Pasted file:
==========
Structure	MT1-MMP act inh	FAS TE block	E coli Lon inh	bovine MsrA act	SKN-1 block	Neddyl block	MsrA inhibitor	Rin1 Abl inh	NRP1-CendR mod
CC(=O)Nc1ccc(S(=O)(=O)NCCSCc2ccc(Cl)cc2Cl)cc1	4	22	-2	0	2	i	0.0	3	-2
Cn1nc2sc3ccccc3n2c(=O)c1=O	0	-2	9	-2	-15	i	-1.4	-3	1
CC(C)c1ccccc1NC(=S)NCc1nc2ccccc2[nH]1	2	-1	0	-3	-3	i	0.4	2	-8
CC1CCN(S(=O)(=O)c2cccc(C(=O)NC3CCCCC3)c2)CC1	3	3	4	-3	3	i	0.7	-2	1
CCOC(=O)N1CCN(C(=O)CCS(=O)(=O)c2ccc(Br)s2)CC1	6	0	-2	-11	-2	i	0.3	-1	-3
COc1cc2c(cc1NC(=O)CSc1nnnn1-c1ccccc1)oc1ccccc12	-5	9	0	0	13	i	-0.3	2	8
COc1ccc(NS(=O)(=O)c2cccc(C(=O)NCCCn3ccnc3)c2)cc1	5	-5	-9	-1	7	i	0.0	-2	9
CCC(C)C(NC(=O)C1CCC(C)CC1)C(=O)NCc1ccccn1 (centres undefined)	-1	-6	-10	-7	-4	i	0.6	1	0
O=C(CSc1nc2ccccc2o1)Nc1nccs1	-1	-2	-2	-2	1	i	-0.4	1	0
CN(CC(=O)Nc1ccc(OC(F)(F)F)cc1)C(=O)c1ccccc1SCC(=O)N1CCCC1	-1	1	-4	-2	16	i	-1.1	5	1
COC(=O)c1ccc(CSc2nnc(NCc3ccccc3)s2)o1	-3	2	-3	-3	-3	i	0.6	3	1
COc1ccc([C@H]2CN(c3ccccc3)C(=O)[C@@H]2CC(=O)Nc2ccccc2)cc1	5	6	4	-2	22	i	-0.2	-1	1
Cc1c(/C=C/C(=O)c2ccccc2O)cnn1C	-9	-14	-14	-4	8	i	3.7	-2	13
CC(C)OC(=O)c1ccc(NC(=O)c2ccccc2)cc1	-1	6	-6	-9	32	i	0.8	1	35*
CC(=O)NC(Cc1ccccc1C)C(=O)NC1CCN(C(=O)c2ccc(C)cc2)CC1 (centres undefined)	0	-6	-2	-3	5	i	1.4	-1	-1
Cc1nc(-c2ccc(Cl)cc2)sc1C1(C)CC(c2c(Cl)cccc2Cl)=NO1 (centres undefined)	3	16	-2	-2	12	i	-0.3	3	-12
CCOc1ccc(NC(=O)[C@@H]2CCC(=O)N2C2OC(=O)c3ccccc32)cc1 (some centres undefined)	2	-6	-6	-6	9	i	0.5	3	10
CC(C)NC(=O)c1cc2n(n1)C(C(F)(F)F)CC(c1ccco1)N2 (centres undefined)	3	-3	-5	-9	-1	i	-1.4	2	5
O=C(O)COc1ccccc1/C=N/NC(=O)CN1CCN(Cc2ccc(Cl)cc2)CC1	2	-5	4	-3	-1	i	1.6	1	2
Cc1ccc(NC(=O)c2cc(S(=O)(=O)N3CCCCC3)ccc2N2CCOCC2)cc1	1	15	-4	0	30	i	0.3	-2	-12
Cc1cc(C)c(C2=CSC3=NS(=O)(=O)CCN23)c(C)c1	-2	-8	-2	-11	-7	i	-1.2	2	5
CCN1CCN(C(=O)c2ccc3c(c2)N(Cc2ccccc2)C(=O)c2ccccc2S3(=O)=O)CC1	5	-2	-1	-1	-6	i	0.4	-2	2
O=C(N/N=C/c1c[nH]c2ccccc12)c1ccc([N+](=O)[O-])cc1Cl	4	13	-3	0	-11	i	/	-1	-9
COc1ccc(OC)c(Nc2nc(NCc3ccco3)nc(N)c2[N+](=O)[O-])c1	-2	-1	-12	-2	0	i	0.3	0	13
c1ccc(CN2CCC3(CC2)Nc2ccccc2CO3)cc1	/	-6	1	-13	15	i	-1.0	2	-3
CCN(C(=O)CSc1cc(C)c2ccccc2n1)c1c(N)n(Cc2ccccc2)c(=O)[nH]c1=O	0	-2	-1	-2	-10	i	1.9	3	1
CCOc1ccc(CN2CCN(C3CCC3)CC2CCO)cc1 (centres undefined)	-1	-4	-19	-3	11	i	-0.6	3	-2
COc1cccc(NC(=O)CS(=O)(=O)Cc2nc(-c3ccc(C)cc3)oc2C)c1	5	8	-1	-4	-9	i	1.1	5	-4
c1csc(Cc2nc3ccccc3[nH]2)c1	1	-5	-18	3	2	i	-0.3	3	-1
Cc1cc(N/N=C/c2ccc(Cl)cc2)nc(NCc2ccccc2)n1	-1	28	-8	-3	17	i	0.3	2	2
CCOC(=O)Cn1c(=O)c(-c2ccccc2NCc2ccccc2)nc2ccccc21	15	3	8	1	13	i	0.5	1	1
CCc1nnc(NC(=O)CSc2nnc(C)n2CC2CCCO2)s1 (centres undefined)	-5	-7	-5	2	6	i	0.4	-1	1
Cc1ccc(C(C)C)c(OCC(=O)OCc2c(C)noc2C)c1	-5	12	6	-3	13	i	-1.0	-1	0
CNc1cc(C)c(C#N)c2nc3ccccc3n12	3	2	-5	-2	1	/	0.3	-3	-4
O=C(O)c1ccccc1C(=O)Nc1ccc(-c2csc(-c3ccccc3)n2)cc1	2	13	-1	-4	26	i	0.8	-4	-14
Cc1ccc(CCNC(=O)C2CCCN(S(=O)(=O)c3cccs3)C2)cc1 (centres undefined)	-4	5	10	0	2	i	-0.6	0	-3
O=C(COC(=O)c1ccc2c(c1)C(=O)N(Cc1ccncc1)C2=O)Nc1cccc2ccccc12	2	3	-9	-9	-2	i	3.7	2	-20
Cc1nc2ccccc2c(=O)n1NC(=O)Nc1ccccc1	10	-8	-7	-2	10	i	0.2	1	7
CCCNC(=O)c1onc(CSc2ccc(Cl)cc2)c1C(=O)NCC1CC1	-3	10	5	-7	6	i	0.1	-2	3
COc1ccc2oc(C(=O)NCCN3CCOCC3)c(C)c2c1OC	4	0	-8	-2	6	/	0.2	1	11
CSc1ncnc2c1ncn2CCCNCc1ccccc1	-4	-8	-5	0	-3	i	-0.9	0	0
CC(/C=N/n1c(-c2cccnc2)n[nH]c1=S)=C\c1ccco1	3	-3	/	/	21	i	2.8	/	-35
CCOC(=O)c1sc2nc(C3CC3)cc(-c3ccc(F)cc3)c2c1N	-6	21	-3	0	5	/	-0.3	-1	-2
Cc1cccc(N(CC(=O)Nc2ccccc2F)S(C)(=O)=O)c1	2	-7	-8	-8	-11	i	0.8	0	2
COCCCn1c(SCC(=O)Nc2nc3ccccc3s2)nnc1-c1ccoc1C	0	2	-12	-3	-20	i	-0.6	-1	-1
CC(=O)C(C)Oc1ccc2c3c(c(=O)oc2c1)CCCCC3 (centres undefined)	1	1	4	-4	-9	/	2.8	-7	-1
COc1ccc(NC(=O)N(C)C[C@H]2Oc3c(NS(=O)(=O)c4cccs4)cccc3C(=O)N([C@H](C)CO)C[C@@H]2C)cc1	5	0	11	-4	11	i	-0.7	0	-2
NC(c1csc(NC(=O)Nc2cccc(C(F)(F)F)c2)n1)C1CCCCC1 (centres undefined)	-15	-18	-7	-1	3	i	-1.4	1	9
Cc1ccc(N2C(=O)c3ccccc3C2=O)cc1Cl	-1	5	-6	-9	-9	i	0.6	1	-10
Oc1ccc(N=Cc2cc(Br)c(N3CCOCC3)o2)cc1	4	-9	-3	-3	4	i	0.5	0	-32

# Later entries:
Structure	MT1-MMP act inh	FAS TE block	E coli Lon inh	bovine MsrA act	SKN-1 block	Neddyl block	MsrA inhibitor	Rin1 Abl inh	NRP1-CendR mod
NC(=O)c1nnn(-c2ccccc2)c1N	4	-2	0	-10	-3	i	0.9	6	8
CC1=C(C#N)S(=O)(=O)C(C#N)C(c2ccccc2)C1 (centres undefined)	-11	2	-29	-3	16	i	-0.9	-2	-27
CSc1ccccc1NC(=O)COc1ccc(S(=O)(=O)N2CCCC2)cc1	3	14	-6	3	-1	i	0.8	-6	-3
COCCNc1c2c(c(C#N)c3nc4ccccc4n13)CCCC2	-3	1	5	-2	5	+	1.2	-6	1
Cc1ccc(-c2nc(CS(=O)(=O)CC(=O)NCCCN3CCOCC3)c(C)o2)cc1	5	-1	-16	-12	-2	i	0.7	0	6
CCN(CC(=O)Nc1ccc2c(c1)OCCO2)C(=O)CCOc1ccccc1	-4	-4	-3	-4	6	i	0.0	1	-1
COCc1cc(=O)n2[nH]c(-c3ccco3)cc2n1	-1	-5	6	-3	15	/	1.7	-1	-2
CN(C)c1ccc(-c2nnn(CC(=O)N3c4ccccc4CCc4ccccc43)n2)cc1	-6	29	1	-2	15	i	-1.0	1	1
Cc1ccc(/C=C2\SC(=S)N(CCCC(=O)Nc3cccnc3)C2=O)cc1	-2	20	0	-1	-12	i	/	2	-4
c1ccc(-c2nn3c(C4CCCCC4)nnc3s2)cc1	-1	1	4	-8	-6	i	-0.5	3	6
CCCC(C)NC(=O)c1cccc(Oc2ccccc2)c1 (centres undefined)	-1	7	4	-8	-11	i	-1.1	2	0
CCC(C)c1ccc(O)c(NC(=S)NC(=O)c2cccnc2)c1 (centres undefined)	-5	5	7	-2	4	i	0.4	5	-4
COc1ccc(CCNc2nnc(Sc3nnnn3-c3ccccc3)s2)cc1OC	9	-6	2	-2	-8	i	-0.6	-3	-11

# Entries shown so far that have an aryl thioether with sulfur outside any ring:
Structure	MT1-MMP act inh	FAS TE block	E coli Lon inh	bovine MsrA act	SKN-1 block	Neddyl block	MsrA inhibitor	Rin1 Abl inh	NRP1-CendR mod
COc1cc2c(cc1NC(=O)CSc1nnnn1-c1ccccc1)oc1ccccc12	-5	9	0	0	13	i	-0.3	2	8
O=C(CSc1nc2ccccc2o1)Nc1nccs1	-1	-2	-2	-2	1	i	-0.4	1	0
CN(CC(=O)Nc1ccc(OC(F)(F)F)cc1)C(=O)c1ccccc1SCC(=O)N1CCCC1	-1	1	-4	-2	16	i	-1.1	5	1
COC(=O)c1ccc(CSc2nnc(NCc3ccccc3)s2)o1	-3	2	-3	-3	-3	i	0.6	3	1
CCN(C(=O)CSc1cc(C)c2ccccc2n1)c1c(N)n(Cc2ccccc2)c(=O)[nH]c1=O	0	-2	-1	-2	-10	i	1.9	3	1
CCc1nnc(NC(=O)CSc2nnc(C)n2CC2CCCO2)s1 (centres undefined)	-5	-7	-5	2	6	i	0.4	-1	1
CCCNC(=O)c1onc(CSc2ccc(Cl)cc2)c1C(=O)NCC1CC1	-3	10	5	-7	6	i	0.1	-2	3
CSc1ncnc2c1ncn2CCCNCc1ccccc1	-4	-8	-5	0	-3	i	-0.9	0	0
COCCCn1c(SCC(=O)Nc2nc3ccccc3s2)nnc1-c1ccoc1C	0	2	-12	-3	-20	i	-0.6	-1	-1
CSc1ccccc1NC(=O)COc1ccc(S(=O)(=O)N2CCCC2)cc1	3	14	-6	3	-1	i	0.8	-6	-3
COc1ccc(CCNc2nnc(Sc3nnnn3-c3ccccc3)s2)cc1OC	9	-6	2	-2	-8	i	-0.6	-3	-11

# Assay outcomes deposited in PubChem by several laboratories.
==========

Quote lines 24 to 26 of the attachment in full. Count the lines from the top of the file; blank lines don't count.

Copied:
O=C(N/N=C/c1c[nH]c2ccccc12)c1ccc([N+](=O)[O-])cc1Cl	4	13	-3	0	-11	i	/	-1	-9
COc1ccc(OC)c(Nc2nc(NCc3ccco3)nc(N)c2[N+](=O)[O-])c1	-2	-1	-12	-2	0	i	0.3	0	13
c1ccc(CN2CCC3(CC2)Nc2ccccc2CO3)cc1	/	-6	1	-13	15	i	-1.0	2	-3